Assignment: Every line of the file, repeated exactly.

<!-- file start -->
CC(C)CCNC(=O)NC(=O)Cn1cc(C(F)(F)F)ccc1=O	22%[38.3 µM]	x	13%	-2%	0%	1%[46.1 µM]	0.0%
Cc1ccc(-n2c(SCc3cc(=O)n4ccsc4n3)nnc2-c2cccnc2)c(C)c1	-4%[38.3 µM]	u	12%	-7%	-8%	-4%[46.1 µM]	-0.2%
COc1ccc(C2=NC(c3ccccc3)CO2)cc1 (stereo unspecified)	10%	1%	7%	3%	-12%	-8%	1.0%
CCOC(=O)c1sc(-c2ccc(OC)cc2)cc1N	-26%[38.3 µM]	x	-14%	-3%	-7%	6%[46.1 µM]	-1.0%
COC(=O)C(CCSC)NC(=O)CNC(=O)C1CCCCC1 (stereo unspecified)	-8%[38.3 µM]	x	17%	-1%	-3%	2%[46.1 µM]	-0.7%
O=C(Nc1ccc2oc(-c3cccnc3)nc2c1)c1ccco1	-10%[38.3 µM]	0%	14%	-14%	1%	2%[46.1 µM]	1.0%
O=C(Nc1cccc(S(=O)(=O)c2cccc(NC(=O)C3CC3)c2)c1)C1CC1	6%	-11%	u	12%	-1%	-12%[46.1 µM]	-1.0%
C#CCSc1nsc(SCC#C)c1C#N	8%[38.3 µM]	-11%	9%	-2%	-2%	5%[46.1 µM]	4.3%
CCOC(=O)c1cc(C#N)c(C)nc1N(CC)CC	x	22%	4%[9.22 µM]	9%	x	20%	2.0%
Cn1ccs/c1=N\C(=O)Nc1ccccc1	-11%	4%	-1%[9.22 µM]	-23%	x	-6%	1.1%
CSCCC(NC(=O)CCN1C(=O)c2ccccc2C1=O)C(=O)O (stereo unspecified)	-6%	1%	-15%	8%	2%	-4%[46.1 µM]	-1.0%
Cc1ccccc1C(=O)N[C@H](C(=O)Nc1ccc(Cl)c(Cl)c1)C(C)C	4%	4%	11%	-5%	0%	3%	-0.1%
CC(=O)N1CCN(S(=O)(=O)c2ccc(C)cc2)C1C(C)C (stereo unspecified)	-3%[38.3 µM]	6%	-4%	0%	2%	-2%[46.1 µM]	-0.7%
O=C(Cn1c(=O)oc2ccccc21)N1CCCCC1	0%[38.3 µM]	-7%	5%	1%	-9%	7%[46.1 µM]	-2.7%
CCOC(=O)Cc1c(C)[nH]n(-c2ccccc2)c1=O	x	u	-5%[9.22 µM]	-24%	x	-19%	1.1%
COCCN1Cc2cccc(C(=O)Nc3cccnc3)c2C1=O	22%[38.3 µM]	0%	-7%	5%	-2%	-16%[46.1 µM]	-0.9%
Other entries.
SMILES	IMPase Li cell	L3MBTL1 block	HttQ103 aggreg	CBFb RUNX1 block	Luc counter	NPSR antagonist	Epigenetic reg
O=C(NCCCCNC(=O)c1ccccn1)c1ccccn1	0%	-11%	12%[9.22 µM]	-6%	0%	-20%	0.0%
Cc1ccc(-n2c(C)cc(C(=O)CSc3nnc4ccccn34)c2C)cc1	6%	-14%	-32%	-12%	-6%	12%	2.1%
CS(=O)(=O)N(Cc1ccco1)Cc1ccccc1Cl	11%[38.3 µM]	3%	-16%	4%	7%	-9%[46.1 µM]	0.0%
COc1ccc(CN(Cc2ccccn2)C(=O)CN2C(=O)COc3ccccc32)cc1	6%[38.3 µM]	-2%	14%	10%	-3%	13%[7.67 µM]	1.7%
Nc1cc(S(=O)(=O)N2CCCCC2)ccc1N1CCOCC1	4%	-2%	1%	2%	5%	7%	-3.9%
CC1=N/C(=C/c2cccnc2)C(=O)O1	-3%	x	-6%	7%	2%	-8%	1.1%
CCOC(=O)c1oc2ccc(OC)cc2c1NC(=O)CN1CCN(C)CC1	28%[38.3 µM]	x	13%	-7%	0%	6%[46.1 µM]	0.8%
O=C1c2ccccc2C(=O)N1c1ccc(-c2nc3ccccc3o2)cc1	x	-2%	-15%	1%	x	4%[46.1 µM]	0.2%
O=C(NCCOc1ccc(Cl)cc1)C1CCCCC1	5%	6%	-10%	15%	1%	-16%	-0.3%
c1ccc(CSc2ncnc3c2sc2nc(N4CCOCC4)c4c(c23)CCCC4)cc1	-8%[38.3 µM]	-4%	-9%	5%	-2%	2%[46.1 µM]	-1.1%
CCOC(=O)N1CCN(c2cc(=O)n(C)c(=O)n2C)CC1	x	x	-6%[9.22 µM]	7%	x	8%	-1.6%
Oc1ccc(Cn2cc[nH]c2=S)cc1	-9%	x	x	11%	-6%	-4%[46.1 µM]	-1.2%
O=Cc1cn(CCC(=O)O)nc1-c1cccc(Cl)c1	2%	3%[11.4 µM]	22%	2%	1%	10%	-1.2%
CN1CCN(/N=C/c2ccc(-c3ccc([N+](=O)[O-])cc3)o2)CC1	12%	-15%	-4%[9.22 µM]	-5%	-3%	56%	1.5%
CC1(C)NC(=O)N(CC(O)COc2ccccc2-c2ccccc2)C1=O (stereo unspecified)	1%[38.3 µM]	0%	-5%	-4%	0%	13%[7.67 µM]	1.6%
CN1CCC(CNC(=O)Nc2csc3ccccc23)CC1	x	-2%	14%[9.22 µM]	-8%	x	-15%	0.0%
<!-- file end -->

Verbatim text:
CC(C)CCNC(=O)NC(=O)Cn1cc(C(F)(F)F)ccc1=O	22%[38.3 µM]	x	13%	-2%	0%	1%[46.1 µM]	0.0%
Cc1ccc(-n2c(SCc3cc(=O)n4ccsc4n3)nnc2-c2cccnc2)c(C)c1	-4%[38.3 µM]	u	12%	-7%	-8%	-4%[46.1 µM]	-0.2%
COc1ccc(C2=NC(c3ccccc3)CO2)cc1 (stereo unspecified)	10%	1%	7%	3%	-12%	-8%	1.0%
CCOC(=O)c1sc(-c2ccc(OC)cc2)cc1N	-26%[38.3 µM]	x	-14%	-3%	-7%	6%[46.1 µM]	-1.0%
COC(=O)C(CCSC)NC(=O)CNC(=O)C1CCCCC1 (stereo unspecified)	-8%[38.3 µM]	x	17%	-1%	-3%	2%[46.1 µM]	-0.7%
O=C(Nc1ccc2oc(-c3cccnc3)nc2c1)c1ccco1	-10%[38.3 µM]	0%	14%	-14%	1%	2%[46.1 µM]	1.0%
O=C(Nc1cccc(S(=O)(=O)c2cccc(NC(=O)C3CC3)c2)c1)C1CC1	6%	-11%	u	12%	-1%	-12%[46.1 µM]	-1.0%
C#CCSc1nsc(SCC#C)c1C#N	8%[38.3 µM]	-11%	9%	-2%	-2%	5%[46.1 µM]	4.3%
CCOC(=O)c1cc(C#N)c(C)nc1N(CC)CC	x	22%	4%[9.22 µM]	9%	x	20%	2.0%
Cn1ccs/c1=N\C(=O)Nc1ccccc1	-11%	4%	-1%[9.22 µM]	-23%	x	-6%	1.1%
CSCCC(NC(=O)CCN1C(=O)c2ccccc2C1=O)C(=O)O (stereo unspecified)	-6%	1%	-15%	8%	2%	-4%[46.1 µM]	-1.0%
Cc1ccccc1C(=O)N[C@H](C(=O)Nc1ccc(Cl)c(Cl)c1)C(C)C	4%	4%	11%	-5%	0%	3%	-0.1%
CC(=O)N1CCN(S(=O)(=O)c2ccc(C)cc2)C1C(C)C (stereo unspecified)	-3%[38.3 µM]	6%	-4%	0%	2%	-2%[46.1 µM]	-0.7%
O=C(Cn1c(=O)oc2ccccc21)N1CCCCC1	0%[38.3 µM]	-7%	5%	1%	-9%	7%[46.1 µM]	-2.7%
CCOC(=O)Cc1c(C)[nH]n(-c2ccccc2)c1=O	x	u	-5%[9.22 µM]	-24%	x	-19%	1.1%
COCCN1Cc2cccc(C(=O)Nc3cccnc3)c2C1=O	22%[38.3 µM]	0%	-7%	5%	-2%	-16%[46.1 µM]	-0.9%
Other entries.
SMILES	IMPase Li cell	L3MBTL1 block	HttQ103 aggreg	CBFb RUNX1 block	Luc counter	NPSR antagonist	Epigenetic reg
O=C(NCCCCNC(=O)c1ccccn1)c1ccccn1	0%	-11%	12%[9.22 µM]	-6%	0%	-20%	0.0%
Cc1ccc(-n2c(C)cc(C(=O)CSc3nnc4ccccn34)c2C)cc1	6%	-14%	-32%	-12%	-6%	12%	2.1%
CS(=O)(=O)N(Cc1ccco1)Cc1ccccc1Cl	11%[38.3 µM]	3%	-16%	4%	7%	-9%[46.1 µM]	0.0%
COc1ccc(CN(Cc2ccccn2)C(=O)CN2C(=O)COc3ccccc32)cc1	6%[38.3 µM]	-2%	14%	10%	-3%	13%[7.67 µM]	1.7%
Nc1cc(S(=O)(=O)N2CCCCC2)ccc1N1CCOCC1	4%	-2%	1%	2%	5%	7%	-3.9%
CC1=N/C(=C/c2cccnc2)C(=O)O1	-3%	x	-6%	7%	2%	-8%	1.1%
CCOC(=O)c1oc2ccc(OC)cc2c1NC(=O)CN1CCN(C)CC1	28%[38.3 µM]	x	13%	-7%	0%	6%[46.1 µM]	0.8%
O=C1c2ccccc2C(=O)N1c1ccc(-c2nc3ccccc3o2)cc1	x	-2%	-15%	1%	x	4%[46.1 µM]	0.2%
O=C(NCCOc1ccc(Cl)cc1)C1CCCCC1	5%	6%	-10%	15%	1%	-16%	-0.3%
c1ccc(CSc2ncnc3c2sc2nc(N4CCOCC4)c4c(c23)CCCC4)cc1	-8%[38.3 µM]	-4%	-9%	5%	-2%	2%[46.1 µM]	-1.1%
CCOC(=O)N1CCN(c2cc(=O)n(C)c(=O)n2C)CC1	x	x	-6%[9.22 µM]	7%	x	8%	-1.6%
Oc1ccc(Cn2cc[nH]c2=S)cc1	-9%	x	x	11%	-6%	-4%[46.1 µM]	-1.2%
O=Cc1cn(CCC(=O)O)nc1-c1cccc(Cl)c1	2%	3%[11.4 µM]	22%	2%	1%	10%	-1.2%
CN1CCN(/N=C/c2ccc(-c3ccc([N+](=O)[O-])cc3)o2)CC1	12%	-15%	-4%[9.22 µM]	-5%	-3%	56%	1.5%
CC1(C)NC(=O)N(CC(O)COc2ccccc2-c2ccccc2)C1=O (stereo unspecified)	1%[38.3 µM]	0%	-5%	-4%	0%	13%[7.67 µM]	1.6%
CN1CCC(CNC(=O)Nc2csc3ccccc23)CC1	x	-2%	14%[9.22 µM]	-8%	x	-15%	0.0%